LIVE BLOG: Innovative Topical Therapy with Alan Fleischer, MD
In our ongoing series of Live Blogs from the Fall SDPA Conference in Las Vegas, we present the highlights from Dr. Alan Fleischer, “Topical Therapy: Going Back to the Basics.”
In this lecture, Dr. Fleischer offered quick and easy-to-remember tips on Retinoid use, Occlusion, and how delivery of your treatment plan can affect its success were all discussed.
+ Retinoids are Helpful in Treating Acne
It may be hard to prescribe to your acne patients simply because it takes time to prescribe them. You have to be willing to put a few more minutes in.
2003 Published Report: Shows Retinoids should be primary treatment for most forms of acne vulgaris. (Should be applied to entire affected area, not just the spots!)
Tretinoin Gel Micrisphere was added to an existing regimen in unsatisfied acne patients
– patients were allowed up to 3 other acne RXs
People improved 80-85% when other retinoid was added to the regimen!
Counsel Patients to Use Enough Meds and Use it Right
A prospective study of patient adherence to topical treatments: 95% of patients underdose (Study published in 2008 out of Denmark)
“When I want People to Use A Lot…Use the Firefighter Analogy”
-Your skin is on fire. Do firefighters put the water on with a teaspoon? No, they
use a hose and they’re done in 20 min.
Hospital Inpatient Rx:
– In the hospital, patients would use 1 pound per day of topical treatment per
treatment. No less. 200-300g for kids. 2 days with a pound application per day
will work in the hospital. At home it’s different. But the point is that when you use a lot, you really do get results.
+ Occlusion for Rapid Effects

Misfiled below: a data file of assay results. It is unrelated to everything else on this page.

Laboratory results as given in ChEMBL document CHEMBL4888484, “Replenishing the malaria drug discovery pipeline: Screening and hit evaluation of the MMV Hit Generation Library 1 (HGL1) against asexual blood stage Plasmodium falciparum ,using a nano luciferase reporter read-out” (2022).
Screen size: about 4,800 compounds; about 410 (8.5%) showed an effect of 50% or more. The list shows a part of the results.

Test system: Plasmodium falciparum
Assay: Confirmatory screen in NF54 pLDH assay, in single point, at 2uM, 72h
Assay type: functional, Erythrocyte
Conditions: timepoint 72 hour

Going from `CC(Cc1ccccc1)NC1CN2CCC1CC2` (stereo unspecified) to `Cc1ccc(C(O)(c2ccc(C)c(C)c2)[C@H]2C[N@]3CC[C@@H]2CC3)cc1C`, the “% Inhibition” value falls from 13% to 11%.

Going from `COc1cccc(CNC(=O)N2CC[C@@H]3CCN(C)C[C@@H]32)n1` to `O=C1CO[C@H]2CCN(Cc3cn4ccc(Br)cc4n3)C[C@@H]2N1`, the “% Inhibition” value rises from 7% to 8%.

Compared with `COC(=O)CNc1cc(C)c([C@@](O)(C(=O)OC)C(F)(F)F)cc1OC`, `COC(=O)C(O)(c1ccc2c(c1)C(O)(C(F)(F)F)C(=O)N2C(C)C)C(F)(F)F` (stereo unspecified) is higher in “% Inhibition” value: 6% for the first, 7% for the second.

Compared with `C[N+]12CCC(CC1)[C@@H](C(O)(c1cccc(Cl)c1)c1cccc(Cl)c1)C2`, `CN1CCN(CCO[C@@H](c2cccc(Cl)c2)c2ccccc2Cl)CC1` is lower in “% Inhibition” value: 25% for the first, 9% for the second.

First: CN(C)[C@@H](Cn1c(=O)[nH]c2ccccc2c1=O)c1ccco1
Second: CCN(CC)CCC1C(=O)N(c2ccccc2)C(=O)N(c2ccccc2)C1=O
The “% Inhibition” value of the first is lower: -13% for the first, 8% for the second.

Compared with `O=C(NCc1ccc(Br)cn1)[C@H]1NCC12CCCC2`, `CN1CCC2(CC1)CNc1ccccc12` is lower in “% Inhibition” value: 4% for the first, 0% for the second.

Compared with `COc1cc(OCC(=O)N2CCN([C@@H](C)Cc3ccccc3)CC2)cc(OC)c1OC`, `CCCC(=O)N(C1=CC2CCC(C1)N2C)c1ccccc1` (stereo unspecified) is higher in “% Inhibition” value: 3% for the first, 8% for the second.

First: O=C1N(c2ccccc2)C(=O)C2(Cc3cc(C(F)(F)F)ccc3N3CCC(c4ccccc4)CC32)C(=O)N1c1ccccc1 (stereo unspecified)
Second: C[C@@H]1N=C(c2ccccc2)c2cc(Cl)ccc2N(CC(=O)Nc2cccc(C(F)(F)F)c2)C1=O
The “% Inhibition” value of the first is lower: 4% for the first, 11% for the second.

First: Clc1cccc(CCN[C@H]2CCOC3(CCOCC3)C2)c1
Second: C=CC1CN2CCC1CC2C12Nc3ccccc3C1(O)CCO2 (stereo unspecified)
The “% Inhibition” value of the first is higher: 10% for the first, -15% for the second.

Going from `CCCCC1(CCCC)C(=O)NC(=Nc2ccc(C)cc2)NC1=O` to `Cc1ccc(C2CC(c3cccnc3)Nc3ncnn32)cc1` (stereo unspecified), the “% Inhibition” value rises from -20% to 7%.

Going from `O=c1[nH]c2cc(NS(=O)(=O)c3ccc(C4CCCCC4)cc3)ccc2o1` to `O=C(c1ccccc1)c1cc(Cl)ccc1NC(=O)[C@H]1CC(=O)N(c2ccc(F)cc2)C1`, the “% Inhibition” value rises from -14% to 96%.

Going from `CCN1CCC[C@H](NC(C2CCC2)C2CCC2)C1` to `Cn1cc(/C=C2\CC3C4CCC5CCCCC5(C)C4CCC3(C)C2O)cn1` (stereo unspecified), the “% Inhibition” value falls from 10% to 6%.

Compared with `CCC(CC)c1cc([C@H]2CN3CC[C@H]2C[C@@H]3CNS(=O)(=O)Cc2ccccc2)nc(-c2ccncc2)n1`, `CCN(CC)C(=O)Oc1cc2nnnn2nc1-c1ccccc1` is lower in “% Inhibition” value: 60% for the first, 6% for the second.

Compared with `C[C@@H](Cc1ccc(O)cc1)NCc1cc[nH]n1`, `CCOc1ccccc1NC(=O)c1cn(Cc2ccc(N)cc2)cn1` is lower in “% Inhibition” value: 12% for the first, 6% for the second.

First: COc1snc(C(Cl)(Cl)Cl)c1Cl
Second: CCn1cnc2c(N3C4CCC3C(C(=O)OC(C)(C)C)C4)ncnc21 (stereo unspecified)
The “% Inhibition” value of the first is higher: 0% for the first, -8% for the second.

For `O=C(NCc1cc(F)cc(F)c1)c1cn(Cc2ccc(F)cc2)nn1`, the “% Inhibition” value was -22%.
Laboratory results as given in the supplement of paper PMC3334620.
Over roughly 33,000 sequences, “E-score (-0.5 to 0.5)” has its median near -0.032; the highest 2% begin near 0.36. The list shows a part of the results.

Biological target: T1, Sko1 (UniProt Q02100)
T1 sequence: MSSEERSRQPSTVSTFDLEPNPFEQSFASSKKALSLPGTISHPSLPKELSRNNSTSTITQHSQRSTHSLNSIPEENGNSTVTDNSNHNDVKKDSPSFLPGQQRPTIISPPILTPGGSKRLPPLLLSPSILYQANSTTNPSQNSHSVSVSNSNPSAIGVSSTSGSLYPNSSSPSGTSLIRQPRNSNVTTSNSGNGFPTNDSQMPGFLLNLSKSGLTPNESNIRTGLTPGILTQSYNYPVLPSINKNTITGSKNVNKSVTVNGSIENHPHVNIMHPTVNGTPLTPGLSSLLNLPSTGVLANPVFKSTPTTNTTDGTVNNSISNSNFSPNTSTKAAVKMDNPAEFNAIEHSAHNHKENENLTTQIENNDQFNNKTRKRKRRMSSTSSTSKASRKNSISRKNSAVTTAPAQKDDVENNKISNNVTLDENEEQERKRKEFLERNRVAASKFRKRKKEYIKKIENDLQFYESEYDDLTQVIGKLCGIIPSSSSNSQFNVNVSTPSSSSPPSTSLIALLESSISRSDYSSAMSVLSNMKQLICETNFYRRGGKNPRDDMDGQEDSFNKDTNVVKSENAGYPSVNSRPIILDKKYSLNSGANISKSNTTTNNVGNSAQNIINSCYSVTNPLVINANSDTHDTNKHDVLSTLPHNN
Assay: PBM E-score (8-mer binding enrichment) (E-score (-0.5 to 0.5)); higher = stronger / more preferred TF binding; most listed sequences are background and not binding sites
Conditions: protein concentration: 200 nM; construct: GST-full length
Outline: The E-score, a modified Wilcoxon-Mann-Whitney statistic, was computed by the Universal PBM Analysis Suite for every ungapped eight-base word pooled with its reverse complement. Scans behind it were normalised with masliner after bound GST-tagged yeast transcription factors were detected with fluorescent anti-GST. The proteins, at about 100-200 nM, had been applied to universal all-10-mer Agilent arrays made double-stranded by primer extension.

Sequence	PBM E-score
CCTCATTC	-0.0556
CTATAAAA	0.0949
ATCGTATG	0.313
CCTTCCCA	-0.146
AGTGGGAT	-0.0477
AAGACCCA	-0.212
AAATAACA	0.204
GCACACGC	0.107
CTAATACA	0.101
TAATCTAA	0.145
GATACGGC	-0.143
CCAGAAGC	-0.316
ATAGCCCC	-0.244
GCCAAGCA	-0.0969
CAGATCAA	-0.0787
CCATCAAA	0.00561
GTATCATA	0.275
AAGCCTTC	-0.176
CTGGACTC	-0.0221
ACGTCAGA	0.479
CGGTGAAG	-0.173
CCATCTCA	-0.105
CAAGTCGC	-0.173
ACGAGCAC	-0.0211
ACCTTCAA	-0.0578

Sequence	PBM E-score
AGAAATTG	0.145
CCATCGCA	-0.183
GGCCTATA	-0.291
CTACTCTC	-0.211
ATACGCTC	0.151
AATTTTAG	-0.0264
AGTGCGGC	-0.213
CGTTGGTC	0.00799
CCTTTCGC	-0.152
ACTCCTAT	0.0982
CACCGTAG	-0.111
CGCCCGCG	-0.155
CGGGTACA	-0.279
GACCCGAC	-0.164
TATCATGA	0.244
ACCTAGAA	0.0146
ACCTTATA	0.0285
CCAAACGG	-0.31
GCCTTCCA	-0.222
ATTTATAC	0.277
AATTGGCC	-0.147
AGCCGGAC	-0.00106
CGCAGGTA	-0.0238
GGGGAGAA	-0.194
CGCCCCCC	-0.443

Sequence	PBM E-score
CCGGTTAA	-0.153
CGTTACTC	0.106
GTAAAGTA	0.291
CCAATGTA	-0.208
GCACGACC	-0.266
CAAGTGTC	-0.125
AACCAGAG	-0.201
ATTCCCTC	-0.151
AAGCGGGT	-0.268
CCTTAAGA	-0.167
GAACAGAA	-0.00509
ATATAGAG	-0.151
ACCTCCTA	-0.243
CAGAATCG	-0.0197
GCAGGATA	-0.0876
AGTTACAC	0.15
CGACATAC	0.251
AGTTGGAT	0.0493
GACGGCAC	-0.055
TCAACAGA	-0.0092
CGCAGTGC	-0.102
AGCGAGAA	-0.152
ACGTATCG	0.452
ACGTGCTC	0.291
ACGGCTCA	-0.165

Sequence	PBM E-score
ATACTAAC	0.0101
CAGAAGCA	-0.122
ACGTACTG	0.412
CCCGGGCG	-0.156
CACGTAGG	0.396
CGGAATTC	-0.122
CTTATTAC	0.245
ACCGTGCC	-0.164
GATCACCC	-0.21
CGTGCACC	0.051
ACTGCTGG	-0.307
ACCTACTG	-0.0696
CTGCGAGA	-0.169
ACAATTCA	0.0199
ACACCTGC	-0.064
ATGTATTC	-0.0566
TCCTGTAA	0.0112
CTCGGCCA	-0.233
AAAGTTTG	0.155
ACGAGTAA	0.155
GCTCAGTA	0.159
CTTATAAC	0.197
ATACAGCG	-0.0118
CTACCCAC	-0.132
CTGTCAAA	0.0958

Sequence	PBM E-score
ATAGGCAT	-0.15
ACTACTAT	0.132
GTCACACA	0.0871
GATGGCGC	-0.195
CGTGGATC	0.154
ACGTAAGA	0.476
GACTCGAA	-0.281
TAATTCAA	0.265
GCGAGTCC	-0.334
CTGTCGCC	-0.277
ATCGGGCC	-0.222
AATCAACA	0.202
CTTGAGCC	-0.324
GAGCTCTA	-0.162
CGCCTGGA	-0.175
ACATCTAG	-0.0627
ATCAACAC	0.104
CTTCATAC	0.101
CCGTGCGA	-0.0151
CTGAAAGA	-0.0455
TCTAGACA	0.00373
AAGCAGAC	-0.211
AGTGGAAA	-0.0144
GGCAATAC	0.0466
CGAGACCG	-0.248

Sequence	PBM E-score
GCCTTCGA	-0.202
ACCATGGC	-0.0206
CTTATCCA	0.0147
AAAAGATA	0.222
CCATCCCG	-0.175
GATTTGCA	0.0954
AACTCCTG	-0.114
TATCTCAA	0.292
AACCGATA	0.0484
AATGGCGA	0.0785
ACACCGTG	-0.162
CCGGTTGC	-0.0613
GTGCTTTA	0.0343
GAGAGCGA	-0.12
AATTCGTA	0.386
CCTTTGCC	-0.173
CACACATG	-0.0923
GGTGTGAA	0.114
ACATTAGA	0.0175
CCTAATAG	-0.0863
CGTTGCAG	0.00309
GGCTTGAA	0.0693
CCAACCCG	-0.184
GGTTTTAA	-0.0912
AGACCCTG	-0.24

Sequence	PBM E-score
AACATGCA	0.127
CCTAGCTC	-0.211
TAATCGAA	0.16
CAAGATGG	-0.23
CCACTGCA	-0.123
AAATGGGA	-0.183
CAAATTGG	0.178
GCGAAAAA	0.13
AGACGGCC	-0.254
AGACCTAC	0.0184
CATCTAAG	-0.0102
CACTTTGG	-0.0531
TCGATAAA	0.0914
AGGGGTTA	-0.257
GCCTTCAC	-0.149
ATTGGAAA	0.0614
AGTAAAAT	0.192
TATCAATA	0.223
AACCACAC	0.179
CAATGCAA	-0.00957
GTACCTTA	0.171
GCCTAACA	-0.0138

You can use occlusion with Clobetasol, Vitamin D, Calcinerurin Inhibitors and beyond.
Total Body Occlusion
This is helpful with patients that have 60% coverage and are willing to use a sauna suit.
“After I used the suit twice, I’d already seen a huge improvement. It has been 2 weeks and I have cleared more than 90%”
It works! (For the highly motivated patient.)
Prescribe once daily rather than twice.
Simplify the treatment plan.
Group 1 was given 2 tubes of medicines
Group 2 was given 1 tube of the two medicines combined
People did better with just one tube!
What Motivates Patients?
Know some basic psychology:
Different regimens to enhance acne adherence
The parent that nags their kid will not successful
Most effective was bring the patient back to the office often
+ Teens are notoriously poor with acne adherence
+ DON’T make the parent responsible for the use
+ DO let them know the time commitment
+ Tell the child it’s their acne, it’s their responsibility
+ Give them time commitment: 2 minutes each day!
ADULTS AND TEENS ARE NOT THE SAME
Do adults respond better in treatment? Study showed female adults responded better than teen girls.
Perhaps this is because they care more. Adults commented that the acne was stressful.
What Vehicles do People Want?
When treatment fails, try to discover why they didn’t use their medication.
Reasons: Failure to Use Meds
Regimen is too complex
Drugs are too irritating
Patient used too much (Show with a moisturizer what size the drop should be)
Medication is too messy
Forgets to do it (give them another habit to link it to: when you brush your teeth?)
Hates to apply skin things (“Fine with me, but you won’t get better!”)
[Image by Ms. Phoenix]